One slight issue I encountered had to do with attaching the build plate. Normally these metal pieces fit together quite neatly, but not quite so on the Photon M3 Plus. Sometimes I had the plate attached in a tilted position as above.

Mounting lip is not quite tall enough on the Anycubic Photon M3 Plus [Source: Fabbaloo]

After some investigation I realized what was happening. It seems that the lip of the mount is a bit too short, making it very easy to accidentally ride up on top instead of against the lip. I haven’t encountered this before on other machines, but this is something to look for. Just be careful when mounting the plate and you’ll be fine.

Sensors don’t reach the resin on the Anycubic Photon M3 Plus [Source: Fabbaloo]

I was very curious about the smart filling system, having never used a machine with that capability before. I was doubly curious because the sensors clearly did not touch the resin, even when I had filled the vat to a normal level, as shown here.

Controls for the Smart Refill system on the Anycubic Photon M3 Plus [Source: Fabbaloo]

Nevertheless, I enabled the filling system through an option on the touchscreen. I thought I’d try it and see what happened regardless.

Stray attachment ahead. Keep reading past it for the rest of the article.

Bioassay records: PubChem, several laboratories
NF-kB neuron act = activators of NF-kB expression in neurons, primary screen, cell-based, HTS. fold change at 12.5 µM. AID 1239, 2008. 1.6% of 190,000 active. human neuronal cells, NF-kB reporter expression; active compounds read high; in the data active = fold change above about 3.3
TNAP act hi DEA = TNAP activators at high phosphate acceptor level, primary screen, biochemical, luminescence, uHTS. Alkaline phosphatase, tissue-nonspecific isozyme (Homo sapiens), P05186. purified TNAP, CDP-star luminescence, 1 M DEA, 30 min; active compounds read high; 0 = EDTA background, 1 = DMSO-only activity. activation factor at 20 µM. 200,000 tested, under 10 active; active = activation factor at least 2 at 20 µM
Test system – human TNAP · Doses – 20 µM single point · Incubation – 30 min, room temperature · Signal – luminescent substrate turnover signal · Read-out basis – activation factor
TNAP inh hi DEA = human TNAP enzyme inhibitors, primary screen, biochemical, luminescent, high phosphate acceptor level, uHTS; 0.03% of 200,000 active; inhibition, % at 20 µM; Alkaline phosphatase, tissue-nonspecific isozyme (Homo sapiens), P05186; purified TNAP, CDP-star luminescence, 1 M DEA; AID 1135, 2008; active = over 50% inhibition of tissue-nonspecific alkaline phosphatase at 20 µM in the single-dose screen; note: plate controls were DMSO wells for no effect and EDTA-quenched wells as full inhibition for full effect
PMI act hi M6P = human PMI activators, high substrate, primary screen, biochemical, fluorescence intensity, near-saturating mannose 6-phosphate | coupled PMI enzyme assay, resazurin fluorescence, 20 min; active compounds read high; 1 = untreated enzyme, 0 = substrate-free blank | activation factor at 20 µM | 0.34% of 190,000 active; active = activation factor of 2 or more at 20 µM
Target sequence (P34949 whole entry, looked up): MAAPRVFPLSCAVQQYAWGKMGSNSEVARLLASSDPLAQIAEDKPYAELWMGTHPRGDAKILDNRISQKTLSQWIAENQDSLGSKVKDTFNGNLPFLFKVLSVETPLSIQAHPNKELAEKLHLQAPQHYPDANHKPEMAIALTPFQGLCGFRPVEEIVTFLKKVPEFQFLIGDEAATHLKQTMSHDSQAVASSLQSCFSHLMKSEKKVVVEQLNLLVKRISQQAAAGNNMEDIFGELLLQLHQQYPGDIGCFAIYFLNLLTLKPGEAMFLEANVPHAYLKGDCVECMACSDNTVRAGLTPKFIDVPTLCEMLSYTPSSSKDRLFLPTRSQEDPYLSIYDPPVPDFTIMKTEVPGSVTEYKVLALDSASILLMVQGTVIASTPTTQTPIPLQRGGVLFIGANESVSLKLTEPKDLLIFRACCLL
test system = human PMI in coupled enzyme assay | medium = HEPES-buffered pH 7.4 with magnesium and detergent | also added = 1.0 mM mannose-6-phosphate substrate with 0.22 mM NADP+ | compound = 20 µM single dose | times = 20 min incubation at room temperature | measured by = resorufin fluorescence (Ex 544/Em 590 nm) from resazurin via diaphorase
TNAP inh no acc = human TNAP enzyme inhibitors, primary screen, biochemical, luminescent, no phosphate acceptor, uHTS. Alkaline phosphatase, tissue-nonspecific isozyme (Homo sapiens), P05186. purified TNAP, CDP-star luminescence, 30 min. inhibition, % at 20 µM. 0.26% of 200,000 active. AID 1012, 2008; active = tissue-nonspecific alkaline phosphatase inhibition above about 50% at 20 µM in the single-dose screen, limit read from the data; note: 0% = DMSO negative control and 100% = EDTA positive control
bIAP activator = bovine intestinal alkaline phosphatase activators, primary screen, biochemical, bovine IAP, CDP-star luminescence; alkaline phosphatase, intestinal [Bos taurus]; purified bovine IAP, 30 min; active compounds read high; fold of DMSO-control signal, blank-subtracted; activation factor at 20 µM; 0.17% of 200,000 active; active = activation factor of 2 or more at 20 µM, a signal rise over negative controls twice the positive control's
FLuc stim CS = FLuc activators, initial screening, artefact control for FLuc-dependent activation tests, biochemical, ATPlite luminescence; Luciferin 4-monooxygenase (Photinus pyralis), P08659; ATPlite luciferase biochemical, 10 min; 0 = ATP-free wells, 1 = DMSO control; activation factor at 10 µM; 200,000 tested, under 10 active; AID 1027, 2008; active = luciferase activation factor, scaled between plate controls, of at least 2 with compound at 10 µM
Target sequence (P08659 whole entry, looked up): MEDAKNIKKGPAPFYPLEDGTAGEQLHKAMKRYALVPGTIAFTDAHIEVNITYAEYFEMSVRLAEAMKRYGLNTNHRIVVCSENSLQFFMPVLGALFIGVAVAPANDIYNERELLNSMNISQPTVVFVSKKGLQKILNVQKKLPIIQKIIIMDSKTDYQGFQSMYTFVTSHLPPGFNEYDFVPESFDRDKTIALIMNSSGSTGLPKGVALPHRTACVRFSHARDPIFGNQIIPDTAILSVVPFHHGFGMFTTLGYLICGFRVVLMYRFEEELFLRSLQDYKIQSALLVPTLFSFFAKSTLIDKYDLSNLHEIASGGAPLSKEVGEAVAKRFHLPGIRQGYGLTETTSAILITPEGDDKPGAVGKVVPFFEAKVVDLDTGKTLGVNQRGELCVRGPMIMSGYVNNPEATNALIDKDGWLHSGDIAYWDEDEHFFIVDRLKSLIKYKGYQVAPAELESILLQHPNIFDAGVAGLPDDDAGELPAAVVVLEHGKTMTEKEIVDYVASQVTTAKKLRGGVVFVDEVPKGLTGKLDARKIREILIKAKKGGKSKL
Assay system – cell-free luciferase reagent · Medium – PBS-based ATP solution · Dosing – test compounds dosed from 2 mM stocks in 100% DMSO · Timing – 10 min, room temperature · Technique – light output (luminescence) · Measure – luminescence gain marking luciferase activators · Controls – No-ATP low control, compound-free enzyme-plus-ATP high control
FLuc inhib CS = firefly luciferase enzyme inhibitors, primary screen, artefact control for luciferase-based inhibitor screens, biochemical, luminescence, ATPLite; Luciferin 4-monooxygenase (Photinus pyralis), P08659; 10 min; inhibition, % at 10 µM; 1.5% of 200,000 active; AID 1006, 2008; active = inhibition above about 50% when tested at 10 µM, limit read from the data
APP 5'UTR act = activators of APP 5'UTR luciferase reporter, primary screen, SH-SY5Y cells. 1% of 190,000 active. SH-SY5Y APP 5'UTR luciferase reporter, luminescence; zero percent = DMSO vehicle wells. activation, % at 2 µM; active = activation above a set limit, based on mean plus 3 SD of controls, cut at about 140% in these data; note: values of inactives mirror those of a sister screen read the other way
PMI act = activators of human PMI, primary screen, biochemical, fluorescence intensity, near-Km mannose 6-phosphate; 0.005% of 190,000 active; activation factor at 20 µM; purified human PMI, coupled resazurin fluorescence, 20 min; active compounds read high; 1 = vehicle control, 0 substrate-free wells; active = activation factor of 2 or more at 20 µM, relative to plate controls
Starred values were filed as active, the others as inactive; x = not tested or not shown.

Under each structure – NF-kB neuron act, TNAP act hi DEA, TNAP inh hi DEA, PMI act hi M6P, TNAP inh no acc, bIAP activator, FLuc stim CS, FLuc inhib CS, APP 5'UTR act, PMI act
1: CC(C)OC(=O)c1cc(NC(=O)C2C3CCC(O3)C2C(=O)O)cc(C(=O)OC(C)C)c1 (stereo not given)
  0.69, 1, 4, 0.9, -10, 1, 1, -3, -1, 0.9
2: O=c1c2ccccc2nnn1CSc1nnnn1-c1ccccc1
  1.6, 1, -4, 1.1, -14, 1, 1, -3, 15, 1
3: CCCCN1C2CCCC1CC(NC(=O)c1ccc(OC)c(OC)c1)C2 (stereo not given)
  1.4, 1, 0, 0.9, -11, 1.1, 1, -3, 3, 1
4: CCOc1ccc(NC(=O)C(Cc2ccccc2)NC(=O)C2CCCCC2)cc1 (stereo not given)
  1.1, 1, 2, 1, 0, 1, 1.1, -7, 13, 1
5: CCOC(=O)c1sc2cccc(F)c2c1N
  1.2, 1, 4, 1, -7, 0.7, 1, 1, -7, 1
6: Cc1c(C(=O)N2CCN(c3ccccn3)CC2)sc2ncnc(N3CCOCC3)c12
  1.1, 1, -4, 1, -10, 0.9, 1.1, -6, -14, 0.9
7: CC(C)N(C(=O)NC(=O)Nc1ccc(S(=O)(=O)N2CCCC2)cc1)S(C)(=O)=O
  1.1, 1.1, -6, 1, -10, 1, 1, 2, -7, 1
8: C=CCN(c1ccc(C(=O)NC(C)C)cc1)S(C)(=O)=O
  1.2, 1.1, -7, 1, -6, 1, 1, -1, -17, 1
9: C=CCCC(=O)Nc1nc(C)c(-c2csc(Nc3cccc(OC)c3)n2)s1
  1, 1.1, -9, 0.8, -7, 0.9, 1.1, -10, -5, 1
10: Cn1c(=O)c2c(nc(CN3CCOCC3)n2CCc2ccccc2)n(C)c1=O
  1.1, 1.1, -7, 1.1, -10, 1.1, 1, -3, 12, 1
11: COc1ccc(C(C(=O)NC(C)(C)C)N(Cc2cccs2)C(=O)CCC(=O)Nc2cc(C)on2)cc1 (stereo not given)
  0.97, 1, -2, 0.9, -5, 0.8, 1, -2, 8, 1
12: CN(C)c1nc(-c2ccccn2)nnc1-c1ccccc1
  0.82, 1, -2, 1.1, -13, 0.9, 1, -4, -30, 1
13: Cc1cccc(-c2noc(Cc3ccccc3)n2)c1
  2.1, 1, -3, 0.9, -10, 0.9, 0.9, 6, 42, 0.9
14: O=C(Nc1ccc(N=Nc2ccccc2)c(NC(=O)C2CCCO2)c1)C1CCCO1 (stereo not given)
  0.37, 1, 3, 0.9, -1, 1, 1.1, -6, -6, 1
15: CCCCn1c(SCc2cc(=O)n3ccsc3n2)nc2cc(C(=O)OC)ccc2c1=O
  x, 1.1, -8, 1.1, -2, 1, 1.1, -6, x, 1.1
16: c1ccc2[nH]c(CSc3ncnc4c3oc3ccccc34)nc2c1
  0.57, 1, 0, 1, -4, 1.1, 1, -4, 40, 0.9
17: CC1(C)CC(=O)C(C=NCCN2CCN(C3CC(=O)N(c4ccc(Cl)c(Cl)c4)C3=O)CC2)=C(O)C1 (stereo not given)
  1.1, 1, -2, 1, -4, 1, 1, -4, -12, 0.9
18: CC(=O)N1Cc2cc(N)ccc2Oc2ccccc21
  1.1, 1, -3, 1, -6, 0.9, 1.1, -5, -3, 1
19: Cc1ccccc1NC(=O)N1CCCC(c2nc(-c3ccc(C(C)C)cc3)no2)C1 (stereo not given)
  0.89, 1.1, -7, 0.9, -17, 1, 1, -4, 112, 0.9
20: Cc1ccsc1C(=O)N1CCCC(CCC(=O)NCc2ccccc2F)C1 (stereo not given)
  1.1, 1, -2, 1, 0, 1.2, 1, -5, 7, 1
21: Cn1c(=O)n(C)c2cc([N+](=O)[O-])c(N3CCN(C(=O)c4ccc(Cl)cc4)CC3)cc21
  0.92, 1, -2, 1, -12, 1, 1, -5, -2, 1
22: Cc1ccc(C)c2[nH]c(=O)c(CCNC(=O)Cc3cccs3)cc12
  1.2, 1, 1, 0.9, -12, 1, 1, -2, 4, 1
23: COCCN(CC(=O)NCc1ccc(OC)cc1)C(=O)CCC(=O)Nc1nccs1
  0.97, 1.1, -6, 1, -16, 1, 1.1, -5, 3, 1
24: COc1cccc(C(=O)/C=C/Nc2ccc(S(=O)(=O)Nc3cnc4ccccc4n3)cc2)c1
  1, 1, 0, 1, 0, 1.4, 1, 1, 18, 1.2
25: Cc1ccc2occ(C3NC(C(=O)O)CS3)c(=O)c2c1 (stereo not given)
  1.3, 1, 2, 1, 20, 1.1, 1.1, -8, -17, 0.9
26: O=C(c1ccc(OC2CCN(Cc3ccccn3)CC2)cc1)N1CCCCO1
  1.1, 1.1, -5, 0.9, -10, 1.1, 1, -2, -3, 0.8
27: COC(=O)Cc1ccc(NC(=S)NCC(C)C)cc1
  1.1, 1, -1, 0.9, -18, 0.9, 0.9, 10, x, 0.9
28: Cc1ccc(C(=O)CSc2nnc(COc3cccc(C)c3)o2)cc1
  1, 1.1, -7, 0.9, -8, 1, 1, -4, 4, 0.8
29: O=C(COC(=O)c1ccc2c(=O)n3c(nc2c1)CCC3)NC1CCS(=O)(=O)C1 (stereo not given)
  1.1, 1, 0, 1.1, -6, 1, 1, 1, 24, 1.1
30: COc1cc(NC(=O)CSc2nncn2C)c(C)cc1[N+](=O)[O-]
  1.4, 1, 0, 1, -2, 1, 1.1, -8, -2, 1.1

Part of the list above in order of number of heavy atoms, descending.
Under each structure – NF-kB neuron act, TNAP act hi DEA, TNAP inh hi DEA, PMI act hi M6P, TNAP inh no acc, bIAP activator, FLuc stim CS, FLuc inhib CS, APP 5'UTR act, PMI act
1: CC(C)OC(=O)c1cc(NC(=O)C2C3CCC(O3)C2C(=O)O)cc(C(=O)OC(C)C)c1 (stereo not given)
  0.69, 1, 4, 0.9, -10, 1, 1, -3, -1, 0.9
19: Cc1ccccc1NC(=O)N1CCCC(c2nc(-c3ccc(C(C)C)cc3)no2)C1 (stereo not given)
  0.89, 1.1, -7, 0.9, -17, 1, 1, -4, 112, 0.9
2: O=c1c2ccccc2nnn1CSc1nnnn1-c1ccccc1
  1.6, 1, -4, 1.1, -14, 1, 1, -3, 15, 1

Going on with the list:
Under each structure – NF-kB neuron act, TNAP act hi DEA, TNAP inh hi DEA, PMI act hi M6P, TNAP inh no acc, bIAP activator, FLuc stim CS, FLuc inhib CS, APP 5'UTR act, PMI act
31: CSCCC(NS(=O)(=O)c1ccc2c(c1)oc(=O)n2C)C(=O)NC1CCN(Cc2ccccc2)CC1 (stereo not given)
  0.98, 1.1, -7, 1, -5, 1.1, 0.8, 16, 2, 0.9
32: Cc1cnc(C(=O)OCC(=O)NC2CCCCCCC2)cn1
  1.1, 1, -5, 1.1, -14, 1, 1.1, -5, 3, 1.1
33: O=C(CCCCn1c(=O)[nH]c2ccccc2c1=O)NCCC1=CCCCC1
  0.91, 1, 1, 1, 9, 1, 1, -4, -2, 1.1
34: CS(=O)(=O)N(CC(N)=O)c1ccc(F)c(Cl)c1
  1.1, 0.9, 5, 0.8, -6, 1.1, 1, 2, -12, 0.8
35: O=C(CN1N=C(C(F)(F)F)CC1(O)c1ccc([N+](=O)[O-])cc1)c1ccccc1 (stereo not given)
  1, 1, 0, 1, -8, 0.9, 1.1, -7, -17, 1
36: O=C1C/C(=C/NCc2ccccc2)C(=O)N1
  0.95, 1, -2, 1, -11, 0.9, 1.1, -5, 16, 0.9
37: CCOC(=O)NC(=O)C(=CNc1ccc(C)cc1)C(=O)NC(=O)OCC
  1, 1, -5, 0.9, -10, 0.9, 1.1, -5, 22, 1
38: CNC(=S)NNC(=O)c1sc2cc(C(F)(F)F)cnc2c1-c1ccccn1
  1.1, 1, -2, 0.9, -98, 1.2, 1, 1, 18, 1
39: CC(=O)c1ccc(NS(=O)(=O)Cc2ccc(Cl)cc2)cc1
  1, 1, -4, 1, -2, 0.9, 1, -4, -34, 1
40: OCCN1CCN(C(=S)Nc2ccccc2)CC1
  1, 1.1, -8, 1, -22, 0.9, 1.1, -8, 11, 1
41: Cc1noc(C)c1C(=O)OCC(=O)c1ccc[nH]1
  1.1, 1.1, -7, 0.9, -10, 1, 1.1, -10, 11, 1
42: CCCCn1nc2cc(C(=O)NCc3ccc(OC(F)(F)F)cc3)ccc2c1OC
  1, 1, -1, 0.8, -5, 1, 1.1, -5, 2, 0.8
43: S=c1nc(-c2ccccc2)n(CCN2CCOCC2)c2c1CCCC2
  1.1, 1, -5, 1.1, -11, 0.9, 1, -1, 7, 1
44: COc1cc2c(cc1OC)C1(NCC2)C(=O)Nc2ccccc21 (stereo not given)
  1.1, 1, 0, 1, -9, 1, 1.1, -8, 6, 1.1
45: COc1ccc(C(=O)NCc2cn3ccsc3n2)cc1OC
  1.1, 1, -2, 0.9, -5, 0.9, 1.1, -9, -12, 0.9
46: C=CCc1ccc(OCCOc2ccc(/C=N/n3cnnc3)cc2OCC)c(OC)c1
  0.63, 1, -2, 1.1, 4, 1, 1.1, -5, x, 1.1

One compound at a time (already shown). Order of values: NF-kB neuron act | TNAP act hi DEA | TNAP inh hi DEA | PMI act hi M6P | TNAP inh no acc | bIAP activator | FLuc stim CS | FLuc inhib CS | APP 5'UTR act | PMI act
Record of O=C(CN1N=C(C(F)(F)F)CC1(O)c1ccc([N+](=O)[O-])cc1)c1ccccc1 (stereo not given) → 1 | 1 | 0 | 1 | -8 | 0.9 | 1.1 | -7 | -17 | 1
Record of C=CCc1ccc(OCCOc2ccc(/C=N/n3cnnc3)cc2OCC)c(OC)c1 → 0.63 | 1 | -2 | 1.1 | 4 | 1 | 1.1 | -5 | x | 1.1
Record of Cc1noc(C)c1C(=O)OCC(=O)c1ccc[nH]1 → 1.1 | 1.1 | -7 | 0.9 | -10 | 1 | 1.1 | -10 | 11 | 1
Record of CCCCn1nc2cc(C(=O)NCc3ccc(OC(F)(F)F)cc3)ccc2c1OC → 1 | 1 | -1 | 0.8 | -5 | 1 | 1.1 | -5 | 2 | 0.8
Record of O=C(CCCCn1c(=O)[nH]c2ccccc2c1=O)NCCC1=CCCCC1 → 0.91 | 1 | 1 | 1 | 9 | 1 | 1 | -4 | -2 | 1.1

I realized what was happening as the print proceeded. When the plate lowers and presses against the FEP sheet, it displaces quite a bit of resin. In other words, at the lowest point of the layer motion, the resin is pushed higher and it does indeed touch the sensors.

Resin automatically refilling the vat on the Anycubic Photon M3 Plus [Source: Fabbaloo]

But does it refill the vat? I had to wait quite a while until the resin level was sufficiently low, but then suddenly it started working!

The refill apparently operates only briefly and then only every five minutes. But that’s sufficient to keep the vat at an optimal level. At this point you can freely run through an entire jug of resin without needing to do any refills!

I am wondering about changing resin types, however. One concern is that a different resin would require complete cleaning of the tubes, cap and bottle inserts. I expect this can be done using IPA. However, cleaning the pump is another matter. I suspect that you’ll just have to settle for a small bit of contamination from the previous resin when you swap bottles.

Another concern is that the resin should be sufficiently electrically conductive for the system to detect it. Anycubic’s resins have this property, and likely some others do as well. But you’d better check first and not assume a given resin will work with the Smart Fill system.

First print on the Anycubic Photon M3 Plus [Source: Fabbaloo]

Anycubic provides a test print, which was the first item I printed. It worked quite well. Consider this print part of the set up to ensure you have everything working.

This is part two of a three part series, please read parts one and three.

Via Anycubic

By Kerry Stevenson

Kerry Stevenson, aka "General Fabb" has written over 8,000 stories on 3D printing at Fabbaloo since he launched the venture in 2007, with an intention to promote and grow the incredible technology of 3D printing across the world. So far, it seems to be working!